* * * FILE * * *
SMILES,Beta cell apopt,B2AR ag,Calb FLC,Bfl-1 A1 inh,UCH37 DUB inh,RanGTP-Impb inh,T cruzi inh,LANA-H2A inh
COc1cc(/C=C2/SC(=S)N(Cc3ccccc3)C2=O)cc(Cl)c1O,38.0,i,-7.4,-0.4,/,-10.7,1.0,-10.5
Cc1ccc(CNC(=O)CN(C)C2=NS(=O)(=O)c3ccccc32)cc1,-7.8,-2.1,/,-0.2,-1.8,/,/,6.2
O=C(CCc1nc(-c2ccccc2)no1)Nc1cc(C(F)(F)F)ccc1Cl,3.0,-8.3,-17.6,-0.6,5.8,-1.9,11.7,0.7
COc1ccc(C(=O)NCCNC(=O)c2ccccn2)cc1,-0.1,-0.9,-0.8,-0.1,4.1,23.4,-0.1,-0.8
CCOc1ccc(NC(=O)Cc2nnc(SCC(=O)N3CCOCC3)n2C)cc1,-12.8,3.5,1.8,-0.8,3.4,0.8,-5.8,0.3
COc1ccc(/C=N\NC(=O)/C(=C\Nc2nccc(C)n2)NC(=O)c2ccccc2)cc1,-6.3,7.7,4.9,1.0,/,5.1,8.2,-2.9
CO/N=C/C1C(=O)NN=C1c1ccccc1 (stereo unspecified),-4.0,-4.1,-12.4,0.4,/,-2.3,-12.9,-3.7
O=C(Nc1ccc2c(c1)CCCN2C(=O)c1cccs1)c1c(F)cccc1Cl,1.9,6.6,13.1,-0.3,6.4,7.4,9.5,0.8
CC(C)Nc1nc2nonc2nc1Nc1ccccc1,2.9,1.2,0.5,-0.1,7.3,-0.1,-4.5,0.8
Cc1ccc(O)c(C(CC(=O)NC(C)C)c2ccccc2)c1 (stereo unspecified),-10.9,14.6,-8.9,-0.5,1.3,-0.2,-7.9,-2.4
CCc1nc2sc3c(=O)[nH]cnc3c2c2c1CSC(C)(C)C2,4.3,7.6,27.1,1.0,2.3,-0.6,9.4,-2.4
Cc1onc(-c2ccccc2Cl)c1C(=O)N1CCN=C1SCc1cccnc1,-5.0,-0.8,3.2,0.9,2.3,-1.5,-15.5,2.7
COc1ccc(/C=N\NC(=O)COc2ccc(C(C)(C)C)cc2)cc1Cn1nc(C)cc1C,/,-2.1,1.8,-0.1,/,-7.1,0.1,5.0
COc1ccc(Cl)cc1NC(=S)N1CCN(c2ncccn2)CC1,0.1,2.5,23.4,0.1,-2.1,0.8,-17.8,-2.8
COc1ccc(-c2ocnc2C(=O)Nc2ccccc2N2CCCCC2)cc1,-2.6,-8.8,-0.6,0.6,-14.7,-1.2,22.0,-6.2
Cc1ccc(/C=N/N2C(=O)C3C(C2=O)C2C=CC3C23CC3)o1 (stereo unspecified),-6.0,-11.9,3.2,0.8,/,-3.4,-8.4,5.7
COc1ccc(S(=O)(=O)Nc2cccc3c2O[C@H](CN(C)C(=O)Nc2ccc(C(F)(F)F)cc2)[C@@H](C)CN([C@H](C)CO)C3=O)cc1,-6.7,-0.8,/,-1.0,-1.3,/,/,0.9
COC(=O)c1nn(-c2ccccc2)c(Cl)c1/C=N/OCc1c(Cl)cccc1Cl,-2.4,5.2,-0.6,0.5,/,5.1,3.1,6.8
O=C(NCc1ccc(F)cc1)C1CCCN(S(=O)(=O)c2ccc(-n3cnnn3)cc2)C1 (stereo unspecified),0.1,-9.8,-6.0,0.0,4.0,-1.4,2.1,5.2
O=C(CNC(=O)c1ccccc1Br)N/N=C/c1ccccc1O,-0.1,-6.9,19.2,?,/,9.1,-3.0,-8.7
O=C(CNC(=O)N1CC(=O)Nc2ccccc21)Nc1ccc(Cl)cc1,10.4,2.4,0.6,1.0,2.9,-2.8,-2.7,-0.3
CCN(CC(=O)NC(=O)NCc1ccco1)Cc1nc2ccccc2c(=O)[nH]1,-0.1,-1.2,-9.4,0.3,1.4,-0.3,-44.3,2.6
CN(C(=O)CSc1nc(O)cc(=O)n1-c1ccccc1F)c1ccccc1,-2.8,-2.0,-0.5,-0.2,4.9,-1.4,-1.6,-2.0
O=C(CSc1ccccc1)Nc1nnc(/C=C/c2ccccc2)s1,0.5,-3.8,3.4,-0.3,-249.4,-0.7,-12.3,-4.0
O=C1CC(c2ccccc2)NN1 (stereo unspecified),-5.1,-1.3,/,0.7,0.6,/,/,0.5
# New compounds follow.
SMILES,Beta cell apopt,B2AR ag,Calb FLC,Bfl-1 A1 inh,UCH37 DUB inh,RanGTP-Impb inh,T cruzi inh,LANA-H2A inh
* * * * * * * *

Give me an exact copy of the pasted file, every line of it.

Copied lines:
SMILES,Beta cell apopt,B2AR ag,Calb FLC,Bfl-1 A1 inh,UCH37 DUB inh,RanGTP-Impb inh,T cruzi inh,LANA-H2A inh
COc1cc(/C=C2/SC(=S)N(Cc3ccccc3)C2=O)cc(Cl)c1O,38.0,i,-7.4,-0.4,/,-10.7,1.0,-10.5
Cc1ccc(CNC(=O)CN(C)C2=NS(=O)(=O)c3ccccc32)cc1,-7.8,-2.1,/,-0.2,-1.8,/,/,6.2
O=C(CCc1nc(-c2ccccc2)no1)Nc1cc(C(F)(F)F)ccc1Cl,3.0,-8.3,-17.6,-0.6,5.8,-1.9,11.7,0.7
COc1ccc(C(=O)NCCNC(=O)c2ccccn2)cc1,-0.1,-0.9,-0.8,-0.1,4.1,23.4,-0.1,-0.8
CCOc1ccc(NC(=O)Cc2nnc(SCC(=O)N3CCOCC3)n2C)cc1,-12.8,3.5,1.8,-0.8,3.4,0.8,-5.8,0.3
COc1ccc(/C=N\NC(=O)/C(=C\Nc2nccc(C)n2)NC(=O)c2ccccc2)cc1,-6.3,7.7,4.9,1.0,/,5.1,8.2,-2.9
CO/N=C/C1C(=O)NN=C1c1ccccc1 (stereo unspecified),-4.0,-4.1,-12.4,0.4,/,-2.3,-12.9,-3.7
O=C(Nc1ccc2c(c1)CCCN2C(=O)c1cccs1)c1c(F)cccc1Cl,1.9,6.6,13.1,-0.3,6.4,7.4,9.5,0.8
CC(C)Nc1nc2nonc2nc1Nc1ccccc1,2.9,1.2,0.5,-0.1,7.3,-0.1,-4.5,0.8
Cc1ccc(O)c(C(CC(=O)NC(C)C)c2ccccc2)c1 (stereo unspecified),-10.9,14.6,-8.9,-0.5,1.3,-0.2,-7.9,-2.4
CCc1nc2sc3c(=O)[nH]cnc3c2c2c1CSC(C)(C)C2,4.3,7.6,27.1,1.0,2.3,-0.6,9.4,-2.4
Cc1onc(-c2ccccc2Cl)c1C(=O)N1CCN=C1SCc1cccnc1,-5.0,-0.8,3.2,0.9,2.3,-1.5,-15.5,2.7
COc1ccc(/C=N\NC(=O)COc2ccc(C(C)(C)C)cc2)cc1Cn1nc(C)cc1C,/,-2.1,1.8,-0.1,/,-7.1,0.1,5.0
COc1ccc(Cl)cc1NC(=S)N1CCN(c2ncccn2)CC1,0.1,2.5,23.4,0.1,-2.1,0.8,-17.8,-2.8
COc1ccc(-c2ocnc2C(=O)Nc2ccccc2N2CCCCC2)cc1,-2.6,-8.8,-0.6,0.6,-14.7,-1.2,22.0,-6.2
Cc1ccc(/C=N/N2C(=O)C3C(C2=O)C2C=CC3C23CC3)o1 (stereo unspecified),-6.0,-11.9,3.2,0.8,/,-3.4,-8.4,5.7
COc1ccc(S(=O)(=O)Nc2cccc3c2O[C@H](CN(C)C(=O)Nc2ccc(C(F)(F)F)cc2)[C@@H](C)CN([C@H](C)CO)C3=O)cc1,-6.7,-0.8,/,-1.0,-1.3,/,/,0.9
COC(=O)c1nn(-c2ccccc2)c(Cl)c1/C=N/OCc1c(Cl)cccc1Cl,-2.4,5.2,-0.6,0.5,/,5.1,3.1,6.8
O=C(NCc1ccc(F)cc1)C1CCCN(S(=O)(=O)c2ccc(-n3cnnn3)cc2)C1 (stereo unspecified),0.1,-9.8,-6.0,0.0,4.0,-1.4,2.1,5.2
O=C(CNC(=O)c1ccccc1Br)N/N=C/c1ccccc1O,-0.1,-6.9,19.2,?,/,9.1,-3.0,-8.7
O=C(CNC(=O)N1CC(=O)Nc2ccccc21)Nc1ccc(Cl)cc1,10.4,2.4,0.6,1.0,2.9,-2.8,-2.7,-0.3
CCN(CC(=O)NC(=O)NCc1ccco1)Cc1nc2ccccc2c(=O)[nH]1,-0.1,-1.2,-9.4,0.3,1.4,-0.3,-44.3,2.6
CN(C(=O)CSc1nc(O)cc(=O)n1-c1ccccc1F)c1ccccc1,-2.8,-2.0,-0.5,-0.2,4.9,-1.4,-1.6,-2.0
O=C(CSc1ccccc1)Nc1nnc(/C=C/c2ccccc2)s1,0.5,-3.8,3.4,-0.3,-249.4,-0.7,-12.3,-4.0
O=C1CC(c2ccccc2)NN1 (stereo unspecified),-5.1,-1.3,/,0.7,0.6,/,/,0.5
# New compounds follow.
SMILES,Beta cell apopt,B2AR ag,Calb FLC,Bfl-1 A1 inh,UCH37 DUB inh,RanGTP-Impb inh,T cruzi inh,LANA-H2A inh